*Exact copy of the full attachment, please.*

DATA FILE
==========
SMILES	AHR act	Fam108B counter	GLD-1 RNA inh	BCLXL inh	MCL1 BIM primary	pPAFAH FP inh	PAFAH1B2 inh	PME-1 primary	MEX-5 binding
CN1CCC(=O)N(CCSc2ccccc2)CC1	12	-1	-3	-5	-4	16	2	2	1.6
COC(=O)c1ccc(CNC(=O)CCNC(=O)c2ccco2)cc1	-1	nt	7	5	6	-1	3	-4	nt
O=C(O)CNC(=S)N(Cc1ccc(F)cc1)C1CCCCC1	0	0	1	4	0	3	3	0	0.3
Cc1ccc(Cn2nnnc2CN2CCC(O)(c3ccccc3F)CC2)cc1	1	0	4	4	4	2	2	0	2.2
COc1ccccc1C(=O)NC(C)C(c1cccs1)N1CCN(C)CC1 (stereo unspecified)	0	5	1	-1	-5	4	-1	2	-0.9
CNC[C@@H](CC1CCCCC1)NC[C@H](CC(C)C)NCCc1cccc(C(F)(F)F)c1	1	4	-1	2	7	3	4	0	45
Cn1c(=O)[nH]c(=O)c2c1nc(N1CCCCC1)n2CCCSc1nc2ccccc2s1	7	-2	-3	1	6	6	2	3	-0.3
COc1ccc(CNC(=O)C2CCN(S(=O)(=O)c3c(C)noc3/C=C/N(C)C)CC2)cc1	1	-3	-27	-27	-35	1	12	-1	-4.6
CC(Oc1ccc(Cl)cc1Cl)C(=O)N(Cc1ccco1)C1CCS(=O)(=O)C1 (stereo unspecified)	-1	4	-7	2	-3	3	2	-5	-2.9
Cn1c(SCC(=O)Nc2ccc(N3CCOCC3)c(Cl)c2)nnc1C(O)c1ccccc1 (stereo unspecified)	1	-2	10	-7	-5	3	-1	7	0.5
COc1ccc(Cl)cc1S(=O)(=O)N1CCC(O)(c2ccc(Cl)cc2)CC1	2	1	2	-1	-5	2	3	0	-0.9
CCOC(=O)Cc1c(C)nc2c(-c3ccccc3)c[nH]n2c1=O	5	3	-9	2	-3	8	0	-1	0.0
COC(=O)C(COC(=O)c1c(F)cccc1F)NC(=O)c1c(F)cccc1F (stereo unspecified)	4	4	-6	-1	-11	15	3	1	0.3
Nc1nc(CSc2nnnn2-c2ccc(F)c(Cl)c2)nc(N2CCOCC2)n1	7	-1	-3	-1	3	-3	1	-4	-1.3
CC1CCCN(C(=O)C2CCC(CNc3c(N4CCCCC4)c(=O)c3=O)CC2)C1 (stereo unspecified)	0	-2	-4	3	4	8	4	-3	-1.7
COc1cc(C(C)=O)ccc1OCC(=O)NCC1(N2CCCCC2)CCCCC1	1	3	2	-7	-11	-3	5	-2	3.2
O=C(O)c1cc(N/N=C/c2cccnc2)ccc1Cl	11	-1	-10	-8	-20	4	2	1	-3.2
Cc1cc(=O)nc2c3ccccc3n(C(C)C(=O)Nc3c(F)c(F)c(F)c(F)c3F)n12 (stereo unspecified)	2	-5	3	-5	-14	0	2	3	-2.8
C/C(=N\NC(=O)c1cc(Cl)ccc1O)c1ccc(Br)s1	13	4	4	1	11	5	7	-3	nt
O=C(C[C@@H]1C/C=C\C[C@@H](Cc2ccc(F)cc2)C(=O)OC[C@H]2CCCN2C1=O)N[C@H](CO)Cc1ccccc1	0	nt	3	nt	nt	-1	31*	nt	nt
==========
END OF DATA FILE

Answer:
SMILES	AHR act	Fam108B counter	GLD-1 RNA inh	BCLXL inh	MCL1 BIM primary	pPAFAH FP inh	PAFAH1B2 inh	PME-1 primary	MEX-5 binding
CN1CCC(=O)N(CCSc2ccccc2)CC1	12	-1	-3	-5	-4	16	2	2	1.6
COC(=O)c1ccc(CNC(=O)CCNC(=O)c2ccco2)cc1	-1	nt	7	5	6	-1	3	-4	nt
O=C(O)CNC(=S)N(Cc1ccc(F)cc1)C1CCCCC1	0	0	1	4	0	3	3	0	0.3
Cc1ccc(Cn2nnnc2CN2CCC(O)(c3ccccc3F)CC2)cc1	1	0	4	4	4	2	2	0	2.2
COc1ccccc1C(=O)NC(C)C(c1cccs1)N1CCN(C)CC1 (stereo unspecified)	0	5	1	-1	-5	4	-1	2	-0.9
CNC[C@@H](CC1CCCCC1)NC[C@H](CC(C)C)NCCc1cccc(C(F)(F)F)c1	1	4	-1	2	7	3	4	0	45
Cn1c(=O)[nH]c(=O)c2c1nc(N1CCCCC1)n2CCCSc1nc2ccccc2s1	7	-2	-3	1	6	6	2	3	-0.3
COc1ccc(CNC(=O)C2CCN(S(=O)(=O)c3c(C)noc3/C=C/N(C)C)CC2)cc1	1	-3	-27	-27	-35	1	12	-1	-4.6
CC(Oc1ccc(Cl)cc1Cl)C(=O)N(Cc1ccco1)C1CCS(=O)(=O)C1 (stereo unspecified)	-1	4	-7	2	-3	3	2	-5	-2.9
Cn1c(SCC(=O)Nc2ccc(N3CCOCC3)c(Cl)c2)nnc1C(O)c1ccccc1 (stereo unspecified)	1	-2	10	-7	-5	3	-1	7	0.5
COc1ccc(Cl)cc1S(=O)(=O)N1CCC(O)(c2ccc(Cl)cc2)CC1	2	1	2	-1	-5	2	3	0	-0.9
CCOC(=O)Cc1c(C)nc2c(-c3ccccc3)c[nH]n2c1=O	5	3	-9	2	-3	8	0	-1	0.0
COC(=O)C(COC(=O)c1c(F)cccc1F)NC(=O)c1c(F)cccc1F (stereo unspecified)	4	4	-6	-1	-11	15	3	1	0.3
Nc1nc(CSc2nnnn2-c2ccc(F)c(Cl)c2)nc(N2CCOCC2)n1	7	-1	-3	-1	3	-3	1	-4	-1.3
CC1CCCN(C(=O)C2CCC(CNc3c(N4CCCCC4)c(=O)c3=O)CC2)C1 (stereo unspecified)	0	-2	-4	3	4	8	4	-3	-1.7
COc1cc(C(C)=O)ccc1OCC(=O)NCC1(N2CCCCC2)CCCCC1	1	3	2	-7	-11	-3	5	-2	3.2
O=C(O)c1cc(N/N=C/c2cccnc2)ccc1Cl	11	-1	-10	-8	-20	4	2	1	-3.2
Cc1cc(=O)nc2c3ccccc3n(C(C)C(=O)Nc3c(F)c(F)c(F)c(F)c3F)n12 (stereo unspecified)	2	-5	3	-5	-14	0	2	3	-2.8
C/C(=N\NC(=O)c1cc(Cl)ccc1O)c1ccc(Br)s1	13	4	4	1	11	5	7	-3	nt
O=C(C[C@@H]1C/C=C\C[C@@H](Cc2ccc(F)cc2)C(=O)OC[C@H]2CCCN2C1=O)N[C@H](CO)Cc1ccccc1	0	nt	3	nt	nt	-1	31*	nt	nt